A trip to the wilderness can be a relaxing break to unplug from the always-on connectivity of city life, but it can be tricky to stay in touch with the group once your cellular service drops out.
You can pick up a satellite phone or a set of two-way radios, but there's no way to guarantee message delivery unless you get an immediate response -- not to mention a loud barking radio isn't the most considerate way to communicate in nature.
That's why the GoTenna is a popular accessory for campers, travelers, preppers and even search-and-rescue teams. It's a small communication device that connects to smartphones via Bluetooth and creates a low-frequency radio wave network, allowing users to send messages and broadcast GPS coordinates to other GoTenna carriers without the need for a cellular connection.
It doesn't offer an actual data plan for Web surfing or other online activities, but it can transmit a connection signal for three miles in outdoor scenarios and a mile in urban areas, depending on the source elevation.
GoTenna cofounder and CEO Daniela Perdomo came by CNET last month to show us the company's next project called GoTenna Mesh. While the original sent encrypted messages via point-to-point networking, the company's second product relies on mesh networking which allows devices to share their connections with other users and relay messages to widen the coverage area.
Here's how mesh networking works in a real-life scenario: let's say you and a buddy are planning a trip off the grid in Yosemite National Park in California. Before you go, clip a GoTenna Mesh to each of your bags and download the offline maps for your trip, available for both iOS and Android.
Once you're out there, if you and your buddy wander off and go out of range of each other's GoTennas, you can still send messages back and forth using the mesh network, provided there are other GoTenna users around.
The device will automatically crawl the area attempting to locate other users nearby with a clean network connection. If it finds another GoTenna, it'll use that device's service to slingshot your message forward to the destination. All this happens in the background of the app to keep messages private, but the mesh network can double or even triple the effective frequency spectrum using this dynamic tool.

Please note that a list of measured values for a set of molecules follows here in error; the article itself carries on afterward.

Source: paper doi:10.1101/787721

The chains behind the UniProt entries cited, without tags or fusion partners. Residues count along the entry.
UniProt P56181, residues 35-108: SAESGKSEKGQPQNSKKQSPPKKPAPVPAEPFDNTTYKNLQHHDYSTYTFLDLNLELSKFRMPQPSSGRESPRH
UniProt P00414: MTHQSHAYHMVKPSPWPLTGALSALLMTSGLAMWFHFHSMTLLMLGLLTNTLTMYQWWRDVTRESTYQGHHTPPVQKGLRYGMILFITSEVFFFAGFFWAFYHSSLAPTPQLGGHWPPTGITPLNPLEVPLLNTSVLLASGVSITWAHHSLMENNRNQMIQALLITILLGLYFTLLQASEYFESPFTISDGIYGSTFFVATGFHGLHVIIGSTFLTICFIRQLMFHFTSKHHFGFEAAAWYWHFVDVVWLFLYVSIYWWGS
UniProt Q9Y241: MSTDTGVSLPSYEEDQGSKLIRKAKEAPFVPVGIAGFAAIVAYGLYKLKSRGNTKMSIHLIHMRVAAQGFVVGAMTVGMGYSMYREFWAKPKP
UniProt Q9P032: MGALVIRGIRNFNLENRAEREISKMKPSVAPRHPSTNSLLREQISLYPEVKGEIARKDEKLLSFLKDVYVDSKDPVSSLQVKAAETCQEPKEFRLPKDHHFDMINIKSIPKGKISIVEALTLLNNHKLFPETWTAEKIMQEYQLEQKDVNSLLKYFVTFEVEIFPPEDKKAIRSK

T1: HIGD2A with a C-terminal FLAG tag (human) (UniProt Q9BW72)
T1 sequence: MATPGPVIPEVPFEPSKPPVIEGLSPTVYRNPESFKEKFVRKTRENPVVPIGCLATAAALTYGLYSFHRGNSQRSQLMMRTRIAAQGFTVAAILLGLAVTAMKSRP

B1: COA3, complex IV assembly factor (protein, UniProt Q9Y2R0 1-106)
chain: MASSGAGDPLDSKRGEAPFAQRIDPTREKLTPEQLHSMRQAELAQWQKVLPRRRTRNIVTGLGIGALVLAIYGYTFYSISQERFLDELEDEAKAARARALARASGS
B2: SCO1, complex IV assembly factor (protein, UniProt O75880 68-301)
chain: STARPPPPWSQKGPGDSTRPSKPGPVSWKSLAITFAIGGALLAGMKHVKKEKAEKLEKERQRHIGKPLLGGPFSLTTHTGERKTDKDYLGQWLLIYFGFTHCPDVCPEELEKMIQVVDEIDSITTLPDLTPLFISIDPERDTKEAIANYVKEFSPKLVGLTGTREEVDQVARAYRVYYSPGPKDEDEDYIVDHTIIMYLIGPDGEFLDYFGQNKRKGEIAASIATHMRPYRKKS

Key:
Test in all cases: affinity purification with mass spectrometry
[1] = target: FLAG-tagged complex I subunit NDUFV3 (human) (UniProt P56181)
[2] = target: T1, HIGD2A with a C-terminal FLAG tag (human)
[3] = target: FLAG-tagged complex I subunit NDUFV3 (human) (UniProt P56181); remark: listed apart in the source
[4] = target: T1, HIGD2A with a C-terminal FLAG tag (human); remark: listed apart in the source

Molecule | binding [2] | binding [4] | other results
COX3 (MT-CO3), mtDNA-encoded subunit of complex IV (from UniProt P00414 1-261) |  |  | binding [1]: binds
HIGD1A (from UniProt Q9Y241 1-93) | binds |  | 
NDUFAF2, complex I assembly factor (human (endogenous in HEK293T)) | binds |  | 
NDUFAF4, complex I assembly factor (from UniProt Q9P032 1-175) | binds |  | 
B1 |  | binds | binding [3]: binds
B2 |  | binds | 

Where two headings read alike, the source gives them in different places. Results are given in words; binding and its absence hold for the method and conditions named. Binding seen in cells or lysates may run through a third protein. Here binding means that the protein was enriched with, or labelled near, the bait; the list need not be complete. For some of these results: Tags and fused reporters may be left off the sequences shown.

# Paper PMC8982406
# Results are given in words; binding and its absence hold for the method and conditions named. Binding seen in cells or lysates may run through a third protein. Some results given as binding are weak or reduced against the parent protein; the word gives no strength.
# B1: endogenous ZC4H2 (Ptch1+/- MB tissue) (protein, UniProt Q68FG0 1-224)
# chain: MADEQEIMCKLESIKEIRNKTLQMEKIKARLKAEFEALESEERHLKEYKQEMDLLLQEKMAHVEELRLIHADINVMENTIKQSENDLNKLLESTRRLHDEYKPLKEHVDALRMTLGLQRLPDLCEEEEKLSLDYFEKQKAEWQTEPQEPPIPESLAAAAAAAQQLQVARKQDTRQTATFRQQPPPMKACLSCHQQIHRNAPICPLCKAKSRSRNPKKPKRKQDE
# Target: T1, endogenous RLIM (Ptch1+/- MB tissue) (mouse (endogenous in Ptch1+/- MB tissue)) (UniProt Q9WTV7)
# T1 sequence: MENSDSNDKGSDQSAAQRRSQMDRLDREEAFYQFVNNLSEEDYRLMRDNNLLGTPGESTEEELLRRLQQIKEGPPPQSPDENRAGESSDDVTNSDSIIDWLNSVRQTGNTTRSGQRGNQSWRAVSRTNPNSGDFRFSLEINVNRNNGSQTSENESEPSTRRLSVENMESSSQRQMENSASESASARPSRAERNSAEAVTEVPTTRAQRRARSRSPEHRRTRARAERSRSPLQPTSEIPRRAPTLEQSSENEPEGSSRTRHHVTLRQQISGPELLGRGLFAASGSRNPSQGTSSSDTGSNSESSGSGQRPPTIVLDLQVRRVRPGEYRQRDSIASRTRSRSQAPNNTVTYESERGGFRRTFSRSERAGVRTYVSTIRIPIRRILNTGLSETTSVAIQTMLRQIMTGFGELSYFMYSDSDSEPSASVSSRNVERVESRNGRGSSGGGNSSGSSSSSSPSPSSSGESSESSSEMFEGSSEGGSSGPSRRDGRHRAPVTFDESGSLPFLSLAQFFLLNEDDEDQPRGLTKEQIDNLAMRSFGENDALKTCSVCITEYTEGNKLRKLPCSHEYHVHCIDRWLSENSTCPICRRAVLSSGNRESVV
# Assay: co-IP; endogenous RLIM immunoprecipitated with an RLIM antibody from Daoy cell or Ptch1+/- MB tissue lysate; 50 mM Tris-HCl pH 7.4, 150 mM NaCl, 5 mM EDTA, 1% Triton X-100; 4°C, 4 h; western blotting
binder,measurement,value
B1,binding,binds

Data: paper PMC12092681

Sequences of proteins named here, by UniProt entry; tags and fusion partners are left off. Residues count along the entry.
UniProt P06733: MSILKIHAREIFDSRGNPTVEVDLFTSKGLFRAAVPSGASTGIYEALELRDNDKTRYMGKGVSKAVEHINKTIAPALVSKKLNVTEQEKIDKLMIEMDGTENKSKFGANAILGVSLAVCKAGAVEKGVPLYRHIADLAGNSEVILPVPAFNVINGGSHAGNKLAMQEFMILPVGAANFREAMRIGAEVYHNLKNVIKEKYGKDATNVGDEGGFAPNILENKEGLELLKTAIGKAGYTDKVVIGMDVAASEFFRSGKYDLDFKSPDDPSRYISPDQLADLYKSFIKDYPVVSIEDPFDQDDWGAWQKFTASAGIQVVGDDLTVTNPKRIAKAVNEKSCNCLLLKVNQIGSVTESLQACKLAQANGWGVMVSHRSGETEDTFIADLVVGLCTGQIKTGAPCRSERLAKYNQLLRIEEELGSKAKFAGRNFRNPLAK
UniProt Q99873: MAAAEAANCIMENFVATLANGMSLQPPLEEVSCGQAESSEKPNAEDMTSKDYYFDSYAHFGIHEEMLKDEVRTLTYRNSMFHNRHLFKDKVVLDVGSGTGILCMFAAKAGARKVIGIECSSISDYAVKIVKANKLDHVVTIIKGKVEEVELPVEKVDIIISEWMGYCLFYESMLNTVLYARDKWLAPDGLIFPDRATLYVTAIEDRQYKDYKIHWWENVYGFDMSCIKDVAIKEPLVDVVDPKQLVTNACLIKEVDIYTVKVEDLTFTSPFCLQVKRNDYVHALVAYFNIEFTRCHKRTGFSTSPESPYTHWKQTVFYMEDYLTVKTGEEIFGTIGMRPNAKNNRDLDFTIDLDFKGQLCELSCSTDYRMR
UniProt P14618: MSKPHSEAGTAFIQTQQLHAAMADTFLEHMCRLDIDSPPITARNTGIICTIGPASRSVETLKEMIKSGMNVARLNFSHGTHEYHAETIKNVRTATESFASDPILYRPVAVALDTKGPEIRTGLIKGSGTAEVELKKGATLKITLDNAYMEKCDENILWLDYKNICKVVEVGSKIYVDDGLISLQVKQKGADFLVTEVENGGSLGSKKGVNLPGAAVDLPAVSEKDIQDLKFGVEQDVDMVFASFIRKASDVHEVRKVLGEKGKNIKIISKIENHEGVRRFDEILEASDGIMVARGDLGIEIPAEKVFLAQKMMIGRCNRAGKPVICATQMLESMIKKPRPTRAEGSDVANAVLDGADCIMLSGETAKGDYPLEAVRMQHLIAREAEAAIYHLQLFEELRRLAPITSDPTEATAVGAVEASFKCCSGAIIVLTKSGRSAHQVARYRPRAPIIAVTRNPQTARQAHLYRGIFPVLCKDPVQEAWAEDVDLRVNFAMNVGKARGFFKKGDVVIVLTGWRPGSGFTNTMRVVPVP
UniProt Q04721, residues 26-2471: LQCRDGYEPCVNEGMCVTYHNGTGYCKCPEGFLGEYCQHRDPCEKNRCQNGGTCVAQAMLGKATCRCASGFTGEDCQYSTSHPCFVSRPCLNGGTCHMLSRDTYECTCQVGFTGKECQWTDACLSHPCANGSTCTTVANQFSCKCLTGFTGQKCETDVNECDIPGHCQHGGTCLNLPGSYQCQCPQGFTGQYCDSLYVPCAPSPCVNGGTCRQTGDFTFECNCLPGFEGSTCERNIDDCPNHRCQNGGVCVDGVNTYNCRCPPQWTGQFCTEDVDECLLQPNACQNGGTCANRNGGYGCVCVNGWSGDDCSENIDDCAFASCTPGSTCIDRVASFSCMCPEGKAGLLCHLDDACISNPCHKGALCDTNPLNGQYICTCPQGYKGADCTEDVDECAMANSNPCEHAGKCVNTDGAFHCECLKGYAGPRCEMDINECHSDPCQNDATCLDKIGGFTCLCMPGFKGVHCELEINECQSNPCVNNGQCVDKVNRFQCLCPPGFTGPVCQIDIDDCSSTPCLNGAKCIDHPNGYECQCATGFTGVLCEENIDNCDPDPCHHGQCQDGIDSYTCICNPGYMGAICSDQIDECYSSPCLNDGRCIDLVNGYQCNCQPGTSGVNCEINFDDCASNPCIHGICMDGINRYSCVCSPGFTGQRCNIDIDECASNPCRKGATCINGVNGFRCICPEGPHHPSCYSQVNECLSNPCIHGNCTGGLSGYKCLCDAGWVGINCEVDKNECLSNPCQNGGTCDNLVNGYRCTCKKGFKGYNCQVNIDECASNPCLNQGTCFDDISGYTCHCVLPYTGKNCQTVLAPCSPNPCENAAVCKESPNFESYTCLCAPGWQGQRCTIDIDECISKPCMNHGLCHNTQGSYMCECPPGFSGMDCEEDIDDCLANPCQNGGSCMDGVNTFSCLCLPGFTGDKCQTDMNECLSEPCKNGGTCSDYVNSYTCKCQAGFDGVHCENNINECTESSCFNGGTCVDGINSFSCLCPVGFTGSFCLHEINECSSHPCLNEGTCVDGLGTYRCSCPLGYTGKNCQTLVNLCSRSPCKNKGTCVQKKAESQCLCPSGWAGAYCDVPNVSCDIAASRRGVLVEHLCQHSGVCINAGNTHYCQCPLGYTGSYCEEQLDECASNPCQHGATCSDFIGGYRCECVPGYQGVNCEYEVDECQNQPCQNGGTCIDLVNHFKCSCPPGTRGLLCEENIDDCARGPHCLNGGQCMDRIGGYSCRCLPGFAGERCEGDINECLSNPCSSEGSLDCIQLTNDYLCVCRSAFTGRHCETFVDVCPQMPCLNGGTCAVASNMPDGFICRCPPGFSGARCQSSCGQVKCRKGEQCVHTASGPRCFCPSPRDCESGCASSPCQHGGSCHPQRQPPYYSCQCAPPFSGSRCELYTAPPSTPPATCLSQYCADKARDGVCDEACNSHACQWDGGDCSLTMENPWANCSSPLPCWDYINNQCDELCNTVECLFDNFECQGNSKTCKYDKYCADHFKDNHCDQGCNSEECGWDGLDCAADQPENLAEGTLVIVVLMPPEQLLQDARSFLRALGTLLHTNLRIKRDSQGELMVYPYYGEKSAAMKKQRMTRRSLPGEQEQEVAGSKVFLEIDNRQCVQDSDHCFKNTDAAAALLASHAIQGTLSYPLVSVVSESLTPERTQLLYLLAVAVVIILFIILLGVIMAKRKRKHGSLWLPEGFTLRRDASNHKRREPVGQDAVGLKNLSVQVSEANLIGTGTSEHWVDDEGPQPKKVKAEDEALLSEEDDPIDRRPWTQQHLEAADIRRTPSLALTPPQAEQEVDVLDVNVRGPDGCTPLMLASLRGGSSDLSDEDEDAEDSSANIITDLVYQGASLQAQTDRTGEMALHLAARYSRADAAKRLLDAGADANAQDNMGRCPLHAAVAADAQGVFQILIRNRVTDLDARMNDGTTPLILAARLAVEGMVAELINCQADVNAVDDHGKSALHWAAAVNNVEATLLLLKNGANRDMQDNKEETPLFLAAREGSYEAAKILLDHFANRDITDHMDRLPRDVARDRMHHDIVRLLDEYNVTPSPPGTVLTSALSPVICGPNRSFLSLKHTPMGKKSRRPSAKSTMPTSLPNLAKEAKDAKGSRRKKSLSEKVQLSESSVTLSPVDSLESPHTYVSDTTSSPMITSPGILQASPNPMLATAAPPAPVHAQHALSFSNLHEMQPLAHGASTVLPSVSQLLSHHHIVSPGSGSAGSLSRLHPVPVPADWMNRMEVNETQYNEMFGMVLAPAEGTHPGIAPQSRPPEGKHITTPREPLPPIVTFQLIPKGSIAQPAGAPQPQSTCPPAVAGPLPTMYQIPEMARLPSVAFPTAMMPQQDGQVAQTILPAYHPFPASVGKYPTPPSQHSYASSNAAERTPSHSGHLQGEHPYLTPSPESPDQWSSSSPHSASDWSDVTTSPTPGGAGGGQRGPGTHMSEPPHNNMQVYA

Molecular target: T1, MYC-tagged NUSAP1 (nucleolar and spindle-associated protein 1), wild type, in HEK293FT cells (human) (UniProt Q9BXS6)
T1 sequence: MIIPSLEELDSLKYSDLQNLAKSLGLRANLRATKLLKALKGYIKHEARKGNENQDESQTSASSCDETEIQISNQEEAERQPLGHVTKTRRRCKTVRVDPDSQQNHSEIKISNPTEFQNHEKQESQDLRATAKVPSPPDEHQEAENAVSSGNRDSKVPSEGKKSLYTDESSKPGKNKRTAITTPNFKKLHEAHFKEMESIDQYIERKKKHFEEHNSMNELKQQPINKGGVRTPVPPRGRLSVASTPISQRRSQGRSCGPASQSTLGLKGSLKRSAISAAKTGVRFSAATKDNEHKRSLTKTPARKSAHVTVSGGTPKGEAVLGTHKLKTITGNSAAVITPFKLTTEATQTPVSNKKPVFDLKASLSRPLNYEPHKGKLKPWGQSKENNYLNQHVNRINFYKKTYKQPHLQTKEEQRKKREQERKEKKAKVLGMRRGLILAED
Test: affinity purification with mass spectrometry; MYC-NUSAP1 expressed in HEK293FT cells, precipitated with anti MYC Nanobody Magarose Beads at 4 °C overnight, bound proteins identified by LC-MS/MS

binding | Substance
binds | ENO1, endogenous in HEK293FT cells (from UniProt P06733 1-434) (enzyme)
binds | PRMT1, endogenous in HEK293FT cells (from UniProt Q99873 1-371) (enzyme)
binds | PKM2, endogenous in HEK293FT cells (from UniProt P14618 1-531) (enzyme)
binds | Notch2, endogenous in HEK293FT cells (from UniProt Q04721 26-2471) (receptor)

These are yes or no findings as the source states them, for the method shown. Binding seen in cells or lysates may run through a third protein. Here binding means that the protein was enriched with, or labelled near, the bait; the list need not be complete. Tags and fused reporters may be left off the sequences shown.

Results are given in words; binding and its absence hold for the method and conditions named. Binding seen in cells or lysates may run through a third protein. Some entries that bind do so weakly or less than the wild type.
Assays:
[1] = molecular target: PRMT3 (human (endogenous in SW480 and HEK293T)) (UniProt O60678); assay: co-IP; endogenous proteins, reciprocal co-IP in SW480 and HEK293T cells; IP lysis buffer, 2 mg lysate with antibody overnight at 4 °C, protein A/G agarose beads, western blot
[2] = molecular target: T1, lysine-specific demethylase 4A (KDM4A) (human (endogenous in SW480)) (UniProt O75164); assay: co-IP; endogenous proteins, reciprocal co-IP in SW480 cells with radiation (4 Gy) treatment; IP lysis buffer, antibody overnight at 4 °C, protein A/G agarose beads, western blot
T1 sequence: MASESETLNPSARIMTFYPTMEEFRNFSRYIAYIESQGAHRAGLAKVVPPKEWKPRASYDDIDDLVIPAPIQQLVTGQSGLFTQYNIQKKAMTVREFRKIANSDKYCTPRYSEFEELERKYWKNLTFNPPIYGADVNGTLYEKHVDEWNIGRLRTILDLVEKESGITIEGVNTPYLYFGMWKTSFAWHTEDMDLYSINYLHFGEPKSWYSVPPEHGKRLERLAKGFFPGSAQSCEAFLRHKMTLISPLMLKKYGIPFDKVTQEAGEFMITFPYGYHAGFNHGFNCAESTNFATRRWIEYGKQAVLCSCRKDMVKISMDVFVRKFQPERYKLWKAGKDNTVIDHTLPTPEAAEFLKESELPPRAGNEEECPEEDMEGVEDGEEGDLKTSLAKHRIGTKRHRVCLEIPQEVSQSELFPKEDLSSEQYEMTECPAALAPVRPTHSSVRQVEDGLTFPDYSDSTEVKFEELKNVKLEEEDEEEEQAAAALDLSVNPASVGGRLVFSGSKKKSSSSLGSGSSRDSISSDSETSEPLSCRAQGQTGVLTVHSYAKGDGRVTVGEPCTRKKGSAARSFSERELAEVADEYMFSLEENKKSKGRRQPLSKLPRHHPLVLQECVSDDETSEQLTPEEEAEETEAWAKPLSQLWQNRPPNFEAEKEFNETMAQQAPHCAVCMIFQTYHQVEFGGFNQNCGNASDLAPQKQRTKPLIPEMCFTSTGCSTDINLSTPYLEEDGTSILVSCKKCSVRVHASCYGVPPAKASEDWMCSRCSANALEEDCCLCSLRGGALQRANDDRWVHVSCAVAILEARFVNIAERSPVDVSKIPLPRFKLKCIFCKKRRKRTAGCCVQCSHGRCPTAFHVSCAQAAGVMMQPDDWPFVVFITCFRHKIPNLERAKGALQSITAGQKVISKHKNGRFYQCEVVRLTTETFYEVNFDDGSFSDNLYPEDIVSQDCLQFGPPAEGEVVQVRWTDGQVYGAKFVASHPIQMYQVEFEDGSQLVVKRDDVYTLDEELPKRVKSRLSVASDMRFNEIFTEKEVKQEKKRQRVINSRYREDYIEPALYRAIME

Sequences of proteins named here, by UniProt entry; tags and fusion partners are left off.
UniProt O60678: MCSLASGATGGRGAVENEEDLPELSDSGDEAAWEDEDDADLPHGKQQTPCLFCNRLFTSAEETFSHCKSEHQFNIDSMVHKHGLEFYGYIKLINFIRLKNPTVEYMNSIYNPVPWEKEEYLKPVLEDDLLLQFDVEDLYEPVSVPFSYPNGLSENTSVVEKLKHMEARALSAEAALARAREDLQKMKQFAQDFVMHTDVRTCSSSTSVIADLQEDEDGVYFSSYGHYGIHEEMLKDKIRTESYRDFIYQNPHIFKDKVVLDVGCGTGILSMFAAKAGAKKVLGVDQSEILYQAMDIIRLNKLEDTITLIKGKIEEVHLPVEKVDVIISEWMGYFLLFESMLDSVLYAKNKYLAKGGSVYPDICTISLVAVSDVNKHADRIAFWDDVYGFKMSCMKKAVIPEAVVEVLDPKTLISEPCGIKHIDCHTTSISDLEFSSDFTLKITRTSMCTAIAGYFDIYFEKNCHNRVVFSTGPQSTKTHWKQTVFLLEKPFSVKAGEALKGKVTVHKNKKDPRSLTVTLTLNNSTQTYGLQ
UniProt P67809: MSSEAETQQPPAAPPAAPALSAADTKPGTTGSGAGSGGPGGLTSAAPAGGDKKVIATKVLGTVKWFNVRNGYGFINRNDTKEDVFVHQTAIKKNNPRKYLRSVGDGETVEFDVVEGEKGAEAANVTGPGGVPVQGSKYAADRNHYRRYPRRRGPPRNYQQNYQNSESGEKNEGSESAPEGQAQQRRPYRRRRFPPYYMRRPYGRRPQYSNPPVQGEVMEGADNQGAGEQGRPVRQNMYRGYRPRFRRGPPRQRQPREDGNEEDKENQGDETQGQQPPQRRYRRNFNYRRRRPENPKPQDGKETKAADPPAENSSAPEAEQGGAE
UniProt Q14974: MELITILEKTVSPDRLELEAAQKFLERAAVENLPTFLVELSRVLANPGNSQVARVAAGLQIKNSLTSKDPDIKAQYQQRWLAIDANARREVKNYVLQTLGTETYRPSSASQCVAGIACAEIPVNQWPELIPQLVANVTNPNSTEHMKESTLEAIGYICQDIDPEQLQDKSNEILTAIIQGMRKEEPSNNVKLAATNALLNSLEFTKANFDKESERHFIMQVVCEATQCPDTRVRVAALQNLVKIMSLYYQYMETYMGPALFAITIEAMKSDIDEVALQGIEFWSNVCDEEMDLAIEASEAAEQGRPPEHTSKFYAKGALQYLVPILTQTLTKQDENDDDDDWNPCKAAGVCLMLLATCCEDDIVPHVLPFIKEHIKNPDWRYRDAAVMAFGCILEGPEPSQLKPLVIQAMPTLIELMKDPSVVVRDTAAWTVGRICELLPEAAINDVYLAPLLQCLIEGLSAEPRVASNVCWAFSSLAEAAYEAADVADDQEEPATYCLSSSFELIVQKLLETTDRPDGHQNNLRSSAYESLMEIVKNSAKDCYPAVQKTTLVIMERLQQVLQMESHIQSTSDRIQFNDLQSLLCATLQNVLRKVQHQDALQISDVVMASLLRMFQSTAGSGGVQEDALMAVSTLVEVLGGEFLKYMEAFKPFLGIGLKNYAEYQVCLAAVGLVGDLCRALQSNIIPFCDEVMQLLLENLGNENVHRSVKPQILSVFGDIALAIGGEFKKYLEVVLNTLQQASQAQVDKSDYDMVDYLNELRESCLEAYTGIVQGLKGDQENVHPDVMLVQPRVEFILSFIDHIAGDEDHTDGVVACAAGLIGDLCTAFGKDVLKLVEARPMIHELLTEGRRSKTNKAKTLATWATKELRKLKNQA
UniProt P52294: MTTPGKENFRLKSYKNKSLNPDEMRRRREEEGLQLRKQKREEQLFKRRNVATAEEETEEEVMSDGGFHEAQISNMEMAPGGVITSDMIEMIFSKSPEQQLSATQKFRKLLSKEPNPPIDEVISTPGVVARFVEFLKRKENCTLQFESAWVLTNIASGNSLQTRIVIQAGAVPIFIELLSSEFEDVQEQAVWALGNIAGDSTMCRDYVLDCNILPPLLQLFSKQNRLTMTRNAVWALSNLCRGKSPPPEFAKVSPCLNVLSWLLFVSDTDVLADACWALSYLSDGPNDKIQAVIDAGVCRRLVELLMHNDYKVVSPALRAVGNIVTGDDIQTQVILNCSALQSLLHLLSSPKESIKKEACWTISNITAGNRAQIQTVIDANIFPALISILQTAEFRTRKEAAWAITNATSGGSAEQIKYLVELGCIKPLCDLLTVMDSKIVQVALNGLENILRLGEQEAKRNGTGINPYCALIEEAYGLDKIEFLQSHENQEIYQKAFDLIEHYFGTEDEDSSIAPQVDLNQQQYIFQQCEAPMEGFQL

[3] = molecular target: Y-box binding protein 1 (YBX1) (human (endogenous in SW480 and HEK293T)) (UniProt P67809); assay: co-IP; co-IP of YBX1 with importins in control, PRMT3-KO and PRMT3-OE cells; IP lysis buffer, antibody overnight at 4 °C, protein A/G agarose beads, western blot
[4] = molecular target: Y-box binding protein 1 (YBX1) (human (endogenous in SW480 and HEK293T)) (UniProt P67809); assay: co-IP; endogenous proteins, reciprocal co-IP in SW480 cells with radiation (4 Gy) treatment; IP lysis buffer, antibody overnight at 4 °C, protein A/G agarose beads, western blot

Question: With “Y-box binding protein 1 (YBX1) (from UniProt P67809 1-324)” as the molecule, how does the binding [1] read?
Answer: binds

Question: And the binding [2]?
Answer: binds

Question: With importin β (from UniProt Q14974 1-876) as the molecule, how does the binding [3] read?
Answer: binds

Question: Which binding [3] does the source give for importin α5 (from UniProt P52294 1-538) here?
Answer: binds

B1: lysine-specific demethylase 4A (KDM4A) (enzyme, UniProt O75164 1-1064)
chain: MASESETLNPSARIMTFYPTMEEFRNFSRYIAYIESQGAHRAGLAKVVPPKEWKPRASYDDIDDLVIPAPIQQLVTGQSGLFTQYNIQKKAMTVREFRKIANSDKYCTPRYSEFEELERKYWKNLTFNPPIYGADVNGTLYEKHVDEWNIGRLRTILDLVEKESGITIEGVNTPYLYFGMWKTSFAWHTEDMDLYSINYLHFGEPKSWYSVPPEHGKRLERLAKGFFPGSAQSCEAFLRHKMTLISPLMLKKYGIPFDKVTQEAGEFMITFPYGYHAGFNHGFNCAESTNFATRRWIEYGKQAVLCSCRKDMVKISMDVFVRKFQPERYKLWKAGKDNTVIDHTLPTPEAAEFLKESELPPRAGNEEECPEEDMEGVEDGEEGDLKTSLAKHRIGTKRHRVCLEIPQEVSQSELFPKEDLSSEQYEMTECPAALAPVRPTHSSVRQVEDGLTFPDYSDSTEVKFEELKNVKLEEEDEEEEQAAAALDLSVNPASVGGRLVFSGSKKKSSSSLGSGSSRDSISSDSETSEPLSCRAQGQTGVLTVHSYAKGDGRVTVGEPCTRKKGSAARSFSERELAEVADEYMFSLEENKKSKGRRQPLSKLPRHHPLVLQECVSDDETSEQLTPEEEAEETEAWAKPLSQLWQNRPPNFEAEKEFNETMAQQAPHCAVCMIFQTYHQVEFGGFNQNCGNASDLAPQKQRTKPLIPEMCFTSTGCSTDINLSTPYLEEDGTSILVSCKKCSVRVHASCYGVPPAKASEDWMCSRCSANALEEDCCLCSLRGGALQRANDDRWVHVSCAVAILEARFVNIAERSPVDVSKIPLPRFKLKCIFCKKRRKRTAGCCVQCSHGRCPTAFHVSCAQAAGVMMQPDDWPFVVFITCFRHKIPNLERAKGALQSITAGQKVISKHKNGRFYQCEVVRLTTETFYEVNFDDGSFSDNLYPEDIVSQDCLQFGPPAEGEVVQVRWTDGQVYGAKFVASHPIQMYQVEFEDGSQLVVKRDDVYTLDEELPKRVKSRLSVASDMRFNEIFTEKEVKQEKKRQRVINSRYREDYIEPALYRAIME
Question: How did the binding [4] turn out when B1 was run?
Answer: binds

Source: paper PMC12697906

The demo I saw in the office wasn't nearly as dramatic as it will be in the wilderness, but keep in mind GoTenna and GoTenna Mesh aren't exclusively made for campers hiking off the grid. Its ad-hoc messaging has potential for emergency preppers in the event of a city-wide cellular blackout, attendees of large gatherings like concerts and sports events and anyone traveling without a working SIM card.
Like the flagship model, the GoTenna Mesh also shows read receipts, logs and sends GPS coordinates, and includes a function called Shout that lets you transmit information to any GoTenna devices in range -- sort of an on-the-go "anyone out there?" call to action.
The Brooklyn-based company has simultaneously announced an open SDK for future projects as well as a premium service called GoTenna Plus that offers additional features like topographic maps, network relay, and real-time trip stats for a yearly fee.
GoTenna is using a Kickstarter campaign to give early adopters a chance to invest in the GoTenna Mesh. Preorders are available for the next month for a limited promotional price of $129 (£100, AU$170) to start, but the actual retail price will be $179 (£140, AU$235) for a pair when the product ships later this year.
Likewise, the original GoTenna without the mesh network capability will be sold for $149 (£115, AU$200) for a pair.
As always, please note that CNET's reporting on crowdfunding campaigns is not an endorsement of the project or its creators. Contributing to a crowdfunded project comes with risk. Before contributing to any campaign, read the crowdfunding site's policies, such as those for Kickstarter and Indiegogo, to learn more about your rights (and refund policies, or the lack thereof) before and after a campaign ends.